Many years ago, our lovely receptionist Diane would buy bicycles for foster children in early November and leave them in the reception area. She spent her own money to purchase every one of the bicycles and put them up for display.
As people walked in and out of the office each day, they stopped and looked at the bicycles. Many of us would make a donation that would pay for a part of a bicycle, an entire bicycle, and sometimes multiple bicycles.
Diane left cards for people to sign so recipients would know who the kind donors were. Some donors opted to remain anonymous. Others unable to donate would simply sign the cards. Watching the bicycles being gifted and reading all the cards inspired others to do the same. When Diane was out of bicycles, she purchased more and brought them into the office.
During the holiday season, Diane hosted a party for these young children. The children took the bicycles home, the donors were happy, and a very grateful Diane walked away planning her next act of kindness.
I began working in the office with Diane in 1990. Over the years, the number of bicycles gifted would increase exponentially. Every year, there were more people who wanted to help the foster children. Diane was very kind and was always cheerful to all as we walked in and out of the door. She built relationships with people all year and when it was once again "bicycle season," we all wanted to do something nice for her and support her cause.
As you think about the holiday season and your social media strategy, consider Diane's motives and actions and apply those same ideas and principles to engage with your consumers.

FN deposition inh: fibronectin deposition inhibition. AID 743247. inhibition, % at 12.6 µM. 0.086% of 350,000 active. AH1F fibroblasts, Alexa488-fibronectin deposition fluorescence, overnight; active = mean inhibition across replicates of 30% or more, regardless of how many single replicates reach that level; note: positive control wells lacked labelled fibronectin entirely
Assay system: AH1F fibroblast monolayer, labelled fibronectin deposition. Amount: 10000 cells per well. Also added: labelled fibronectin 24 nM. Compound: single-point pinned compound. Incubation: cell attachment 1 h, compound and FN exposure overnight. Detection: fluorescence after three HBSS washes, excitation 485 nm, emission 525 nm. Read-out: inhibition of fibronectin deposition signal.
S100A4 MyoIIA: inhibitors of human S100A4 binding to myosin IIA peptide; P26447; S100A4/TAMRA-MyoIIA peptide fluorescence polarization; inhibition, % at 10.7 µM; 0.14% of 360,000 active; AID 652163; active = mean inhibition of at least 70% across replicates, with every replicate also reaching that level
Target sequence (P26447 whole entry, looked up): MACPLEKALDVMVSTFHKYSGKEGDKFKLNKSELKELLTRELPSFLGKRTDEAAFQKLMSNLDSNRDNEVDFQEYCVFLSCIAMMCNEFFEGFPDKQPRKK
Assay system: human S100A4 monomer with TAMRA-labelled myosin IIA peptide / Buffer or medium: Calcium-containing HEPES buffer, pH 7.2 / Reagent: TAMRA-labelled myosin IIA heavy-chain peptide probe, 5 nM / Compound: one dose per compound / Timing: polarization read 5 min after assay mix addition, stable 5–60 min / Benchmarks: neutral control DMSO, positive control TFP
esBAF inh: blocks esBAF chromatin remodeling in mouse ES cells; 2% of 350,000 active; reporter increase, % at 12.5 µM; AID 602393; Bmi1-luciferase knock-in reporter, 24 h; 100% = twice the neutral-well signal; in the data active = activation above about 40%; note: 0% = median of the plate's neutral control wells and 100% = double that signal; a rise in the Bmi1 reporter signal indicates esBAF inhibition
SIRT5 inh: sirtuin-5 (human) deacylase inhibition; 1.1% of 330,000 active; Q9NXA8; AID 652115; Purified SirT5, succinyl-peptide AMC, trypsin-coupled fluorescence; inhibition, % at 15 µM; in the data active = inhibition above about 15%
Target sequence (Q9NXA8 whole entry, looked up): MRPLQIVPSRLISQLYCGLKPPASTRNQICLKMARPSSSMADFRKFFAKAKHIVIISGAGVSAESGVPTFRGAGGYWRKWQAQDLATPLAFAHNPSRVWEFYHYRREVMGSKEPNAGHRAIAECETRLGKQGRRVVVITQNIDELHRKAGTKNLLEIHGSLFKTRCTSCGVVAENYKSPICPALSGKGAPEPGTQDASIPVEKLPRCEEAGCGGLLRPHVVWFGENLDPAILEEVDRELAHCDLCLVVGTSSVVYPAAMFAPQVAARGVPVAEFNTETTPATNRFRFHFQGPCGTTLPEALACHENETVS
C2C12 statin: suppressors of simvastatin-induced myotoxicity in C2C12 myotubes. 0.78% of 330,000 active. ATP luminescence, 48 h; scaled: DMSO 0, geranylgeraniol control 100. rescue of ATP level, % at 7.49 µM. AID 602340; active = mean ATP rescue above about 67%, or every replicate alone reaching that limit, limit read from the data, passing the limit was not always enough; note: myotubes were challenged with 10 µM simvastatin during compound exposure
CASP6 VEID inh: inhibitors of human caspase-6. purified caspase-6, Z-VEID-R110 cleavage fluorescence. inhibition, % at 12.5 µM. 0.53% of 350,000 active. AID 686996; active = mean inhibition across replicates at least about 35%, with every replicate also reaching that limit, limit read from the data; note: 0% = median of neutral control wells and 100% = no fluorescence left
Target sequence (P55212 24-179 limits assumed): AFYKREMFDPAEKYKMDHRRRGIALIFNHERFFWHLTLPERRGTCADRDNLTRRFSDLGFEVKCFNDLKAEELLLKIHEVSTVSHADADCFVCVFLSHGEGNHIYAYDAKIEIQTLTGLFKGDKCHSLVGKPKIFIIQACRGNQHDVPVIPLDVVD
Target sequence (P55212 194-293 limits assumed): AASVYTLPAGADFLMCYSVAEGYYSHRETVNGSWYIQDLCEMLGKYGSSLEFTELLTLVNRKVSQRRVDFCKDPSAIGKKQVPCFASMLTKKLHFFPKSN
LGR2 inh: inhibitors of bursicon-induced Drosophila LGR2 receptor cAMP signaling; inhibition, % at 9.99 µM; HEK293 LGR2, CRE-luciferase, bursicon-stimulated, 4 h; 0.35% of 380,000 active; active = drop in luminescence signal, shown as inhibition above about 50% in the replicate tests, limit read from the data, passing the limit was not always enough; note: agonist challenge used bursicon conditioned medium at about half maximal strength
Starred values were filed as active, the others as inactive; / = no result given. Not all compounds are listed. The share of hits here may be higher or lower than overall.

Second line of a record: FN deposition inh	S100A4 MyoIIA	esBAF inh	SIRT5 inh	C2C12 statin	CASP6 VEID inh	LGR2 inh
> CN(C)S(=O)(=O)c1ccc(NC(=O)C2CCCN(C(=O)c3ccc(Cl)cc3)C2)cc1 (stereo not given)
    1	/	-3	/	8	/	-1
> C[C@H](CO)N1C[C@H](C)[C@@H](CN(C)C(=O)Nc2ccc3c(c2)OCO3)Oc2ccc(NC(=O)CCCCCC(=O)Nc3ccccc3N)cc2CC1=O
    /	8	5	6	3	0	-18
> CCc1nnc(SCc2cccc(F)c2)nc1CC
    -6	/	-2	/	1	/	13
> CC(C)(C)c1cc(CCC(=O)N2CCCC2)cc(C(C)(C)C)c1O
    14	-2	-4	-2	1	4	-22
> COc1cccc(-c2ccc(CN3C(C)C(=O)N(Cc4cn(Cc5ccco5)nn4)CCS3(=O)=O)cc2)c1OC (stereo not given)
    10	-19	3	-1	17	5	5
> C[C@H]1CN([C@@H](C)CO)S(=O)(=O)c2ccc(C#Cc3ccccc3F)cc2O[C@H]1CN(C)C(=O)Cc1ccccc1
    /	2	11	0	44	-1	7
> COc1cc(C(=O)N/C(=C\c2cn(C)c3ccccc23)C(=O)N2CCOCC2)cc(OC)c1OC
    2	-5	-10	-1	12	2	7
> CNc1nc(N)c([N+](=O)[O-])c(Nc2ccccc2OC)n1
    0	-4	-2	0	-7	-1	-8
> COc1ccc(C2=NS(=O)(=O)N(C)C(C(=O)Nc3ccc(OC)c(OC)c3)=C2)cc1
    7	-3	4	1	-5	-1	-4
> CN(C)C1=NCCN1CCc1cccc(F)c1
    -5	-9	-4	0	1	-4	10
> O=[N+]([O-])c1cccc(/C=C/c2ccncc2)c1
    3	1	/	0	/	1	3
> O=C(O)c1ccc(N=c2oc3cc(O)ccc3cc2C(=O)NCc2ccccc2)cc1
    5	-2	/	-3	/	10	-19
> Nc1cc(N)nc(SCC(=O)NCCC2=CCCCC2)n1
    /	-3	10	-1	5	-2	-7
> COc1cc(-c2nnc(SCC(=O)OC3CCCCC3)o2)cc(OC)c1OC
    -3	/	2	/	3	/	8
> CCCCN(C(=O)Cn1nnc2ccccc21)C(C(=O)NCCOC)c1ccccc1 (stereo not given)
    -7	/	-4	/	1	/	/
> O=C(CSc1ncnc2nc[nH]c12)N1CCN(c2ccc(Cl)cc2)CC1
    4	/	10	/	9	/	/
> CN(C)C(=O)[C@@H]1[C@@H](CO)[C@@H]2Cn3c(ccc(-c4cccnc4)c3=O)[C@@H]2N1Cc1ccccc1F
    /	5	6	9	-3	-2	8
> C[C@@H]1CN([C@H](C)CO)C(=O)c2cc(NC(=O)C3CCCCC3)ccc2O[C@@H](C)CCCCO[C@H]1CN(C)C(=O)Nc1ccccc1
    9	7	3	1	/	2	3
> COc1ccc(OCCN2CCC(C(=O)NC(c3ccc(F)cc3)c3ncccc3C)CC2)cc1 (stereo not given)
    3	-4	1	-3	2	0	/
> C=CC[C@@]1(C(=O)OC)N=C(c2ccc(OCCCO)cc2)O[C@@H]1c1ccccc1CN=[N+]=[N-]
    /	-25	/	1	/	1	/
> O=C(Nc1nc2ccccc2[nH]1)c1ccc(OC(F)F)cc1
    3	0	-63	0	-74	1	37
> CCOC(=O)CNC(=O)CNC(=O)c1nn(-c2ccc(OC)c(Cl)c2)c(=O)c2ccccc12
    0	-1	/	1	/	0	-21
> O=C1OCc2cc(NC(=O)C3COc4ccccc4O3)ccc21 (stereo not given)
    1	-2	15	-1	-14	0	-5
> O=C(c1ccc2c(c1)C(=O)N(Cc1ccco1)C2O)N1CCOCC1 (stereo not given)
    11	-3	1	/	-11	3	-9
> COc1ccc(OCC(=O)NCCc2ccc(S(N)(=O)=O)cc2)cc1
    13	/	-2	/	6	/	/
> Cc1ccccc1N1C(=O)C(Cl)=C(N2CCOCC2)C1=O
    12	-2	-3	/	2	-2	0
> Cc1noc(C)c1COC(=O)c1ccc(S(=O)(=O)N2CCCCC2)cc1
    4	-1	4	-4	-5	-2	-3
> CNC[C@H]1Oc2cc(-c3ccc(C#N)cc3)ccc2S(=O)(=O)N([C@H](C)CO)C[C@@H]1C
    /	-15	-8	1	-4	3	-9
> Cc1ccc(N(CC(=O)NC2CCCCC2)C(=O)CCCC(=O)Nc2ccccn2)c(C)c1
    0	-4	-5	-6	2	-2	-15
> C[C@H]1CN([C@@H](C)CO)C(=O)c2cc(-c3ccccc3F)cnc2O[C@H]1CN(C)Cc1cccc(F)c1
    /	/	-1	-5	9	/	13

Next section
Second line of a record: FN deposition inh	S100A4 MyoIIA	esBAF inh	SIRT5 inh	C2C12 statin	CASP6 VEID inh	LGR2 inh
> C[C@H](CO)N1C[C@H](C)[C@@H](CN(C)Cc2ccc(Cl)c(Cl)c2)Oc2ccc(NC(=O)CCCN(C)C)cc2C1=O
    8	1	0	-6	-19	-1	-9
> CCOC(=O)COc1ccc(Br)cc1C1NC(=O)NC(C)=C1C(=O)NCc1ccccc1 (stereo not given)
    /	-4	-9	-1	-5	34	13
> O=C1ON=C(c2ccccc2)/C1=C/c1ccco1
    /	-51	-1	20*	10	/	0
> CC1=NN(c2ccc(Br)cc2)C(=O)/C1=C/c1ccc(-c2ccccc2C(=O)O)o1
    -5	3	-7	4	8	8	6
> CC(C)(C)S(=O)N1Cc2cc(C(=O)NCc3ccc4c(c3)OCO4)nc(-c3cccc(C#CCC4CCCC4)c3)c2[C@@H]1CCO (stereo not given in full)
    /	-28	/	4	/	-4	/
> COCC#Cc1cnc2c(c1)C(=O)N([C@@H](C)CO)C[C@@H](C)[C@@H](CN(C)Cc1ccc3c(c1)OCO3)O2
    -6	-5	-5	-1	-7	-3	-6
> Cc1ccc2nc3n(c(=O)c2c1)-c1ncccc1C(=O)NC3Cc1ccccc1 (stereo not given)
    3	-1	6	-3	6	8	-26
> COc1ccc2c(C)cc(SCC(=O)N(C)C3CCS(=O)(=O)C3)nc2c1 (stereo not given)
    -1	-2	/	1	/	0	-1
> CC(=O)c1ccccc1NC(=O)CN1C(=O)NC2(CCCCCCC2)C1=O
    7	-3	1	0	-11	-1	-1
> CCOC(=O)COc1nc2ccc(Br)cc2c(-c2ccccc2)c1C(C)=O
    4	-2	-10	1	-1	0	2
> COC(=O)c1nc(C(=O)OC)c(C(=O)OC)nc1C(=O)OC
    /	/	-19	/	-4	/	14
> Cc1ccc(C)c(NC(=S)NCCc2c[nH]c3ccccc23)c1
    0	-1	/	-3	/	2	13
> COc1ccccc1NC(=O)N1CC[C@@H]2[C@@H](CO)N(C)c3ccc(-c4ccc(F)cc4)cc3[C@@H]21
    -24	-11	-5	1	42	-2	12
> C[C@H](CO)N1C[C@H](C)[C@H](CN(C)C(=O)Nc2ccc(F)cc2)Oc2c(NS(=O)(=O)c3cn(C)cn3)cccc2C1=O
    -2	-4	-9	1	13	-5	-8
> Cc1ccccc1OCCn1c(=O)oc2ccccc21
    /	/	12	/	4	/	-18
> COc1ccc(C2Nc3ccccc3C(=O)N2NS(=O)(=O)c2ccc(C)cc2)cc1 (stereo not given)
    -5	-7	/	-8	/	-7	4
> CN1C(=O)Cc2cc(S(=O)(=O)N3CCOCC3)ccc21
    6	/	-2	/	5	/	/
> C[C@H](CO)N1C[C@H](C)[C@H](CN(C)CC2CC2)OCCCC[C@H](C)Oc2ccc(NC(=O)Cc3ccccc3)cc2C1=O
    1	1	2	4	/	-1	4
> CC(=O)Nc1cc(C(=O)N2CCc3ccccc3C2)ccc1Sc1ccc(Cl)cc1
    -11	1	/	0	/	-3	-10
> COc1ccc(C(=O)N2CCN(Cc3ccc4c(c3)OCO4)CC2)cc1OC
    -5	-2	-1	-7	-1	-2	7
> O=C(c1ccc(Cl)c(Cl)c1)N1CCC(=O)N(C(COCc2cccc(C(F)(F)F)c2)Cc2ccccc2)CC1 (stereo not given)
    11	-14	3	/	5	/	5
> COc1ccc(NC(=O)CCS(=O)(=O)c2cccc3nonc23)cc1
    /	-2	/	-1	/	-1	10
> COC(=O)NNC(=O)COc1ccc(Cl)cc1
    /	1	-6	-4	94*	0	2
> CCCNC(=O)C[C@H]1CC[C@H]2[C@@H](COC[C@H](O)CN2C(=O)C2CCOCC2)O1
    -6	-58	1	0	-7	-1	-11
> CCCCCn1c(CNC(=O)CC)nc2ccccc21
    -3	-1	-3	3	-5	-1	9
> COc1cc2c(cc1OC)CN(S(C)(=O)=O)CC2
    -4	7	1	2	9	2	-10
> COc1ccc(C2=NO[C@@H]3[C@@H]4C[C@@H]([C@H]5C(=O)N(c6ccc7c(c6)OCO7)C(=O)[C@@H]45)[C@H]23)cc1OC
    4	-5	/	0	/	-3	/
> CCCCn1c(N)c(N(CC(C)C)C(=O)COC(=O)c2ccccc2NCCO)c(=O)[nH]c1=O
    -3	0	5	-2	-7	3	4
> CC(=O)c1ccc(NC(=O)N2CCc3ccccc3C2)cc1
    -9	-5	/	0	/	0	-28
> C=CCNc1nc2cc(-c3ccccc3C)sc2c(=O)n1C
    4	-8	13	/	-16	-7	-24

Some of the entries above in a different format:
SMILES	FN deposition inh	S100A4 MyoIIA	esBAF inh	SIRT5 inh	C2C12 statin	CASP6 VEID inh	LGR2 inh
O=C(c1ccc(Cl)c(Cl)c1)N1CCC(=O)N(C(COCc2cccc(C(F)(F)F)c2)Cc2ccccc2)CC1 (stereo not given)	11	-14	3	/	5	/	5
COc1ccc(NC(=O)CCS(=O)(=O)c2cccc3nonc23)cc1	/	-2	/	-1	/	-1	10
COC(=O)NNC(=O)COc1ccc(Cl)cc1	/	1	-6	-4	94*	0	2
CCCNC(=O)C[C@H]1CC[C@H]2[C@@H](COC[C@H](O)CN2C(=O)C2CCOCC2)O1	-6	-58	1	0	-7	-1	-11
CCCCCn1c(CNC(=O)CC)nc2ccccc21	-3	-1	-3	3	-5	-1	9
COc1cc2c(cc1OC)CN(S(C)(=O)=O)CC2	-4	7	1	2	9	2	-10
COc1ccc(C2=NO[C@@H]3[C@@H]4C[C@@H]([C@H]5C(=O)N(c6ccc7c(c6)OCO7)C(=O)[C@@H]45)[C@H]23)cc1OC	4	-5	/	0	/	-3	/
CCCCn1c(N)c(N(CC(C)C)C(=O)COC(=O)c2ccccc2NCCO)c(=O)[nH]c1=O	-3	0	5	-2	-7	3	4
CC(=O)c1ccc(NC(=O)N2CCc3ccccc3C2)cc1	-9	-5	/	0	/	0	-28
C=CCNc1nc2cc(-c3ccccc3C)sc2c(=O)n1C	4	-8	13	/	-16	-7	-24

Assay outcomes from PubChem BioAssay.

Here are some ideas to consider:
Acknowledge and engage in a dialogue with your customers. You could start by asking them their plans for the holiday season; it could be a destination they are visiting, things they plan to purchase, or time spent with loved ones. Share what you are planning to do and get a conversation going.
As the holiday season approaches, give them things that they can share with friends. You could give them online cards, a holiday game to engage, or even an incentive of sending their friends sample items.
Think about purchasing your own "bicycles." Feature the charity you support or the causes that you endorse, and make an investment in "gifts." You can now ask your consumers if they would like to be part of the team that signs the cards or buys gifts for the recipients.
When you throw the party and give away the gifts, share pictures on the site. You could also get recipients to come up with personally drawn thank you cards – all of which you should consider publishing on your social media sites.
The best holiday marketing strategy is to be genuine, to empathize with your consumers, and make them want to connect with you. Think about what your brand stands for and do something unique to leverage your ability to connect.
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Sundeep Kapur has been assisting organizations with their converged channel marketing strategies since 1990. From direct marketing to digital to converged, he is a passionate teacher who works with businesses across multiple industries, helping them to enable technology and services to brand, and personalize and speak to consumers more effectively.
He is an industry-recognized expert who has delivered keynotes, run panels, and delivered "relevant, inspirational, and outstanding" education for organizations around the world.
Sundeep is also an avid user of social media, having leveraged words, pictures, and video into a conversational digital book. His daily dose of best practices can be found at www.EmailYogi.com, where he has more than 1,200 articles on best practices.
December 5, 2013
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December 12, 2013
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